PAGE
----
Last week, a Mississippi gubernatorial candidate refused to allow a female journalist to follow him on his campaign because he follows the Billy Graham rule. The rule is that married men should not ever be alone with a woman to “avoid any situation that may evoke suspicion or compromise of [a] marriage.”
As a divorcee, I agree that trust is key to marriage. However, if the trust between a man and a woman is so weak that he cannot be alone with a woman, then that isn’t really trust. That’s fear. As Jeremy White tweeted, the rule “presumes either: A) you can’t be trusted or B) women can’t be trusted.”
The Billy Graham rule discriminates against women. Full-stop. If a man cannot be alone with a woman, he cannot mentor her through a tough situation. He cannot take her with on a business trip to a client site. He cannot meet with her to give her a performance review. As a result, the woman will miss out on significant business opportunities. She’ll miss out on activities that are critical for her success and advancement. She’ll be held back. This is discrimination plain and simple.
As my friend, Suzanne Lucas advises, we should “flip it to test it.” Instead of a woman, let’s say a man cannot be alone with a black man for fear that man will claim racism. No business trips, mentoring sessions, or performance reviews for the black man. Or a Native American. Or an Asian American. Or a Latino. Or a Jew. Or a Muslim. Or an older man. We’d all agree that this would be discrimination on the basis of race, national origin, religion, and age, right? (Readers – this is where you nod.) The Billy Graham rule perpetuates the idea that men are only safe when they are with men like them.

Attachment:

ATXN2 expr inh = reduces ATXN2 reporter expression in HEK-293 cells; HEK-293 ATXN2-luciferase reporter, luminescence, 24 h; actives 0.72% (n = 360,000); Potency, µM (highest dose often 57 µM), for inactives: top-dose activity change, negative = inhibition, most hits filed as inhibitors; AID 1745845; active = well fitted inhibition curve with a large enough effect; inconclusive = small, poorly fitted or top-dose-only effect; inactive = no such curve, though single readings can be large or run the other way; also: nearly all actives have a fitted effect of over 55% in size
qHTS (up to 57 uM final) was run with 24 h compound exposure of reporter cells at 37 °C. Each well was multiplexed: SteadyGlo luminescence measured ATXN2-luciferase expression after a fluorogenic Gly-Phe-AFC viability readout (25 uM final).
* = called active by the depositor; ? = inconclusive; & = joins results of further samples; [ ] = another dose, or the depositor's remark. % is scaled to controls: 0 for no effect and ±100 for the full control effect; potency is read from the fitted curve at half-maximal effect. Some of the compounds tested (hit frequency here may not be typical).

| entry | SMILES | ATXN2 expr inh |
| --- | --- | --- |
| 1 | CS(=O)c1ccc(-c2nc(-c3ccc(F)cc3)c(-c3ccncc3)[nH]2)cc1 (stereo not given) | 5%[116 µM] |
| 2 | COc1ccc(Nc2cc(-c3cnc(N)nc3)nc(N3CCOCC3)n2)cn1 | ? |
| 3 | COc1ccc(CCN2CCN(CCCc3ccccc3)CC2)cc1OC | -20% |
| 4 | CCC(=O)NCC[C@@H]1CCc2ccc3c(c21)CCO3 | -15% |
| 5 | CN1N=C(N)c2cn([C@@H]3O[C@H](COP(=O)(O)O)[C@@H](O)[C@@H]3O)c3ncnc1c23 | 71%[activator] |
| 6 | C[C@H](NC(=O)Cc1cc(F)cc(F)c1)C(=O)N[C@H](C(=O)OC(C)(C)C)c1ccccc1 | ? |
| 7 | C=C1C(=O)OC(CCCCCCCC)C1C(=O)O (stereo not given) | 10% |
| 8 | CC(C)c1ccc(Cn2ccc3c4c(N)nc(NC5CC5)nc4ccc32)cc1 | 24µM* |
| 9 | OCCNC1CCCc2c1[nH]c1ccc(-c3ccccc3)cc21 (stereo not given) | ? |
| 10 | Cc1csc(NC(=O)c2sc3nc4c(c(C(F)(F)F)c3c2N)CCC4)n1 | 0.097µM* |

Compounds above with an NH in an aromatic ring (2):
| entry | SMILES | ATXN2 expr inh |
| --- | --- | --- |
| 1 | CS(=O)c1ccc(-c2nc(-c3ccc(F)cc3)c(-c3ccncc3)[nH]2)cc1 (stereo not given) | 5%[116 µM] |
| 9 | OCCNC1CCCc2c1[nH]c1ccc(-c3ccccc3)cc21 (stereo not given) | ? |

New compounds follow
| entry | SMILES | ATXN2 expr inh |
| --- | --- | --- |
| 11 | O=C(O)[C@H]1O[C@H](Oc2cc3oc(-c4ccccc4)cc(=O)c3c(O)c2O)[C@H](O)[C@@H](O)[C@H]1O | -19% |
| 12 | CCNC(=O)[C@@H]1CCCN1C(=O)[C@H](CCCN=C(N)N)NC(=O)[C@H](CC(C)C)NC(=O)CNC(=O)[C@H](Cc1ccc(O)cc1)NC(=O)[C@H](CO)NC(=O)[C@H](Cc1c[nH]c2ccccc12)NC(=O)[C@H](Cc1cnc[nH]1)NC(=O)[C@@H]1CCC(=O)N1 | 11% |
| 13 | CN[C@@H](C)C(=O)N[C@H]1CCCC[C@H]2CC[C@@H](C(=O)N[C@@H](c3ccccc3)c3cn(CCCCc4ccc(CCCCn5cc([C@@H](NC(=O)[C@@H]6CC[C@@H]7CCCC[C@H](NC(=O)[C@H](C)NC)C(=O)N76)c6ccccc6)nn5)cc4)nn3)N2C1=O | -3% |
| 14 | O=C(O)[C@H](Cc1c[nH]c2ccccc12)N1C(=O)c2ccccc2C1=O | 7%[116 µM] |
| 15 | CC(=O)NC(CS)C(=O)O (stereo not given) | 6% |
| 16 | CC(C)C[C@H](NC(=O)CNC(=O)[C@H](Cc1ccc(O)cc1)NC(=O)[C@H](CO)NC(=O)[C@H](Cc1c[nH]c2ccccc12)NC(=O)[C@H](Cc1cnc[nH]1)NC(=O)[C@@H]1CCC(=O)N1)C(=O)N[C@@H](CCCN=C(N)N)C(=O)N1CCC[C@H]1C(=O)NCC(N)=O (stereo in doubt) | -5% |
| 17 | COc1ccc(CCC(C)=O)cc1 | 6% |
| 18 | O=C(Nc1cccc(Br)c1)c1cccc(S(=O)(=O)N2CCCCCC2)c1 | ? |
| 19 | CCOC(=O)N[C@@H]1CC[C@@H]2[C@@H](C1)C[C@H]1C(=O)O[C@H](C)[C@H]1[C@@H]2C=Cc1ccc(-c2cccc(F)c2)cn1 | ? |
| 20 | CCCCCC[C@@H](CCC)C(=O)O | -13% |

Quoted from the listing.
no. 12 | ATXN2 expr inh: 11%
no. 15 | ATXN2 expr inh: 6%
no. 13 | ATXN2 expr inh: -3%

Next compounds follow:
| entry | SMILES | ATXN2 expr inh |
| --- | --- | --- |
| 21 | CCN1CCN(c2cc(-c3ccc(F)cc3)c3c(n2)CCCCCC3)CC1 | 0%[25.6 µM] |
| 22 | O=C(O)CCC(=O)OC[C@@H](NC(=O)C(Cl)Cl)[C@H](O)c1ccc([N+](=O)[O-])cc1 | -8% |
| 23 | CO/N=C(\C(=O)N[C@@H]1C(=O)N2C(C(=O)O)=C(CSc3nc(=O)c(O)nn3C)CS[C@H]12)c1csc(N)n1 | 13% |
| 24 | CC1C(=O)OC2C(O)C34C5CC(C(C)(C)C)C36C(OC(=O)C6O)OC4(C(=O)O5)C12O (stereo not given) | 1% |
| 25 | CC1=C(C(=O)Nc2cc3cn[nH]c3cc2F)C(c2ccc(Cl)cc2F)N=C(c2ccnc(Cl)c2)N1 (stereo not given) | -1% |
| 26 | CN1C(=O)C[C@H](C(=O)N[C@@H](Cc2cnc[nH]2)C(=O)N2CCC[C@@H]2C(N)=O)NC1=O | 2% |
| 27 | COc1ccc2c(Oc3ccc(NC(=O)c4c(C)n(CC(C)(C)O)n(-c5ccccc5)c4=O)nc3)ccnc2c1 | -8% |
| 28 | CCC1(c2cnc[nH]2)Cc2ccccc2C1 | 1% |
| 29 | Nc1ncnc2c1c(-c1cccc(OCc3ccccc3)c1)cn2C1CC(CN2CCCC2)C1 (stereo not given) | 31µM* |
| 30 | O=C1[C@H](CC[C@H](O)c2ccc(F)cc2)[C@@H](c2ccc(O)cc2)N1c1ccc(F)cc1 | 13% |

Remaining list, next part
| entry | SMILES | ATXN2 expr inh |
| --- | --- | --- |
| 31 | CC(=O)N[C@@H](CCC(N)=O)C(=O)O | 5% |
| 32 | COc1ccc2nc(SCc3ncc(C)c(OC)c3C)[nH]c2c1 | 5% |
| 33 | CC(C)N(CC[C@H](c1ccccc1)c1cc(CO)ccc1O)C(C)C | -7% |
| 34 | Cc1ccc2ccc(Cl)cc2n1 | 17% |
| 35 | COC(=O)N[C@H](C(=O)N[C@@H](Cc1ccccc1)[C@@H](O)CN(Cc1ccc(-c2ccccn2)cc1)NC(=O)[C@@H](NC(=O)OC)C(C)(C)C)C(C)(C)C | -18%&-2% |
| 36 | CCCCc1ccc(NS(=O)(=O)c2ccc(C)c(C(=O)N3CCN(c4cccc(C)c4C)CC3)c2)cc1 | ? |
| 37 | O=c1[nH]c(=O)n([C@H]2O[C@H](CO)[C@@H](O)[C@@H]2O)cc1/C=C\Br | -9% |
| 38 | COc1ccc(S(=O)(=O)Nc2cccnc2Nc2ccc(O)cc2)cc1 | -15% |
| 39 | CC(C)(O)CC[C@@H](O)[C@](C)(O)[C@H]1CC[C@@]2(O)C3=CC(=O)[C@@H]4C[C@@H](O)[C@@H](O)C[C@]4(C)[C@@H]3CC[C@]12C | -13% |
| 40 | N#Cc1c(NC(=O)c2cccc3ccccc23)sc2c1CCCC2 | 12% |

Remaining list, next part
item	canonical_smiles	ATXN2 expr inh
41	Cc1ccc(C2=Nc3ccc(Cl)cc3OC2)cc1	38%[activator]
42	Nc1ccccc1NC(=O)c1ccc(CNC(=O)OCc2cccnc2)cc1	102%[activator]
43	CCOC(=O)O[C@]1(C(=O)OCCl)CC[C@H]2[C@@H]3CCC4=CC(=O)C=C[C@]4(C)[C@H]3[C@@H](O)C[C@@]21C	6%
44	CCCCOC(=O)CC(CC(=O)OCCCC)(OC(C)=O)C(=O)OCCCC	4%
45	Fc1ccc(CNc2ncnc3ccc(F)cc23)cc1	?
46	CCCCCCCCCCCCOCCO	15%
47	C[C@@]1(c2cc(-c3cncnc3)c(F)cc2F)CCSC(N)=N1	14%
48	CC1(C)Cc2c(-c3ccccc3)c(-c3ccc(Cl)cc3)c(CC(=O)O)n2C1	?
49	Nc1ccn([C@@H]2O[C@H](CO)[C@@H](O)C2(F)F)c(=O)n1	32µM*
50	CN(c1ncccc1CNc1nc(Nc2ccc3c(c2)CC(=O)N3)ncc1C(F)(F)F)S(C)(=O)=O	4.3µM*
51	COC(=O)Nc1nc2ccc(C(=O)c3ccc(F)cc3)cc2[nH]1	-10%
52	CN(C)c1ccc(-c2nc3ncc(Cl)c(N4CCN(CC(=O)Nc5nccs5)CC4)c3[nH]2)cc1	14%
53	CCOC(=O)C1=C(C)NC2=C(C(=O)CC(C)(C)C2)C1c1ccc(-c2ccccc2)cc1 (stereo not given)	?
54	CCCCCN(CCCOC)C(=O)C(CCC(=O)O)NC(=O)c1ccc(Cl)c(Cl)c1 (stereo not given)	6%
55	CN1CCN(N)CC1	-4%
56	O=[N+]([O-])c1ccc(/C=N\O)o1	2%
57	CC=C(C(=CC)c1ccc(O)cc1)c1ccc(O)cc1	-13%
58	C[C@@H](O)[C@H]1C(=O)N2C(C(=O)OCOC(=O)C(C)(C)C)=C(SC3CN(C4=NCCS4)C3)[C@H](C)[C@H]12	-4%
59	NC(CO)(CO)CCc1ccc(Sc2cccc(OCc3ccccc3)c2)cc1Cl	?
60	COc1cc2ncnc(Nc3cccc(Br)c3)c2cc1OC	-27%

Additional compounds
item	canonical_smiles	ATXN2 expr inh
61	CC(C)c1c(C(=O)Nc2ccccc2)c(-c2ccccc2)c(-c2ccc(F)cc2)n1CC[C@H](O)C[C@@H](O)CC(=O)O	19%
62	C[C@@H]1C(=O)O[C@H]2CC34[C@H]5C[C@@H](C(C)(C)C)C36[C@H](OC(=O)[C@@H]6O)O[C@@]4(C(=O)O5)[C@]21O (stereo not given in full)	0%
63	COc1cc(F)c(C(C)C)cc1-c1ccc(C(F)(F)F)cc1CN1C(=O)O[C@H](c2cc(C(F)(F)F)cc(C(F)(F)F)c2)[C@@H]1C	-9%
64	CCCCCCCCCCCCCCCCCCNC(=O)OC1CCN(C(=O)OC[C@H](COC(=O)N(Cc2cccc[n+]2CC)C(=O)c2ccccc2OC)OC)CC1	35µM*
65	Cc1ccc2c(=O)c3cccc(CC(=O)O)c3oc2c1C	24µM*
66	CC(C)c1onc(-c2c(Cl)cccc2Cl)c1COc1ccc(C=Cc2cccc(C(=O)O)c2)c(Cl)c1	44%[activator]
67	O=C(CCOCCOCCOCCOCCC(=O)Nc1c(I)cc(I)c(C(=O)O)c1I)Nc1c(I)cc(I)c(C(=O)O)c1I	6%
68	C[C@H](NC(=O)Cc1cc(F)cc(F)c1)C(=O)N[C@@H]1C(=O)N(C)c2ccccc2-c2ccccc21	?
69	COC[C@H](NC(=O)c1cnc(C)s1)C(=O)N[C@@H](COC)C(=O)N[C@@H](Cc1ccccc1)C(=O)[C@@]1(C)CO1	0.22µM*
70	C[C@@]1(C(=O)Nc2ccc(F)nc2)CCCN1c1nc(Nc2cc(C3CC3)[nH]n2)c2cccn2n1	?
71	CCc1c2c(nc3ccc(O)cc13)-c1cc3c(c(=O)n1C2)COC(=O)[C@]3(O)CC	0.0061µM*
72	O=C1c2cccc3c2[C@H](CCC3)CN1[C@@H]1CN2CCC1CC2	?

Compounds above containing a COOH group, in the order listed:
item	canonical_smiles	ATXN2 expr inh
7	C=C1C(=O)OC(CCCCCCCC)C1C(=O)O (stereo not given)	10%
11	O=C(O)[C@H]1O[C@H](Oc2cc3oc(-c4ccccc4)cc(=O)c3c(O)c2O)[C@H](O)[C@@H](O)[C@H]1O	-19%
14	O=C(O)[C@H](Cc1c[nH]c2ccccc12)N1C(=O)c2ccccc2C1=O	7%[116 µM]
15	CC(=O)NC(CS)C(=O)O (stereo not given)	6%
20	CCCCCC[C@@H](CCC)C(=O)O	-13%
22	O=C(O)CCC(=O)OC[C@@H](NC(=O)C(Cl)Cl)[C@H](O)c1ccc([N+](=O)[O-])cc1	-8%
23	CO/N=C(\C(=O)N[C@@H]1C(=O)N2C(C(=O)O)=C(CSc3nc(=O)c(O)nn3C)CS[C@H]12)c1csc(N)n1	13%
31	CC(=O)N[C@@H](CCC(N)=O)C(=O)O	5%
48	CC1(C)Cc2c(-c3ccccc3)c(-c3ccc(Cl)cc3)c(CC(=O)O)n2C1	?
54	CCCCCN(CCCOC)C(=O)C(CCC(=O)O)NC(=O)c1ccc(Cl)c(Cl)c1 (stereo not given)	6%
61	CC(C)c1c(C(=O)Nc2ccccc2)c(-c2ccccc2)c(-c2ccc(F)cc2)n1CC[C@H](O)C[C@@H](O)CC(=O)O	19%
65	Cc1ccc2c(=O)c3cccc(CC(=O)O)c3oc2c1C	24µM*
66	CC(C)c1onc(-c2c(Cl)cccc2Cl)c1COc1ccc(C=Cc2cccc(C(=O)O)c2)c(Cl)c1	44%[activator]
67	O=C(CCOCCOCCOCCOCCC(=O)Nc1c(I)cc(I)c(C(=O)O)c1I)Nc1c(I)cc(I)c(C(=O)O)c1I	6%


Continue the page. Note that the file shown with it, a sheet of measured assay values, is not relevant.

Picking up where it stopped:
Instead, we need to treat each other like humans. We see women and everyone else as humans, colleagues, partners, and equals. We don’t withhold support, advice, and opportunities for fear of a complaint; we treat everyone with respect. Period.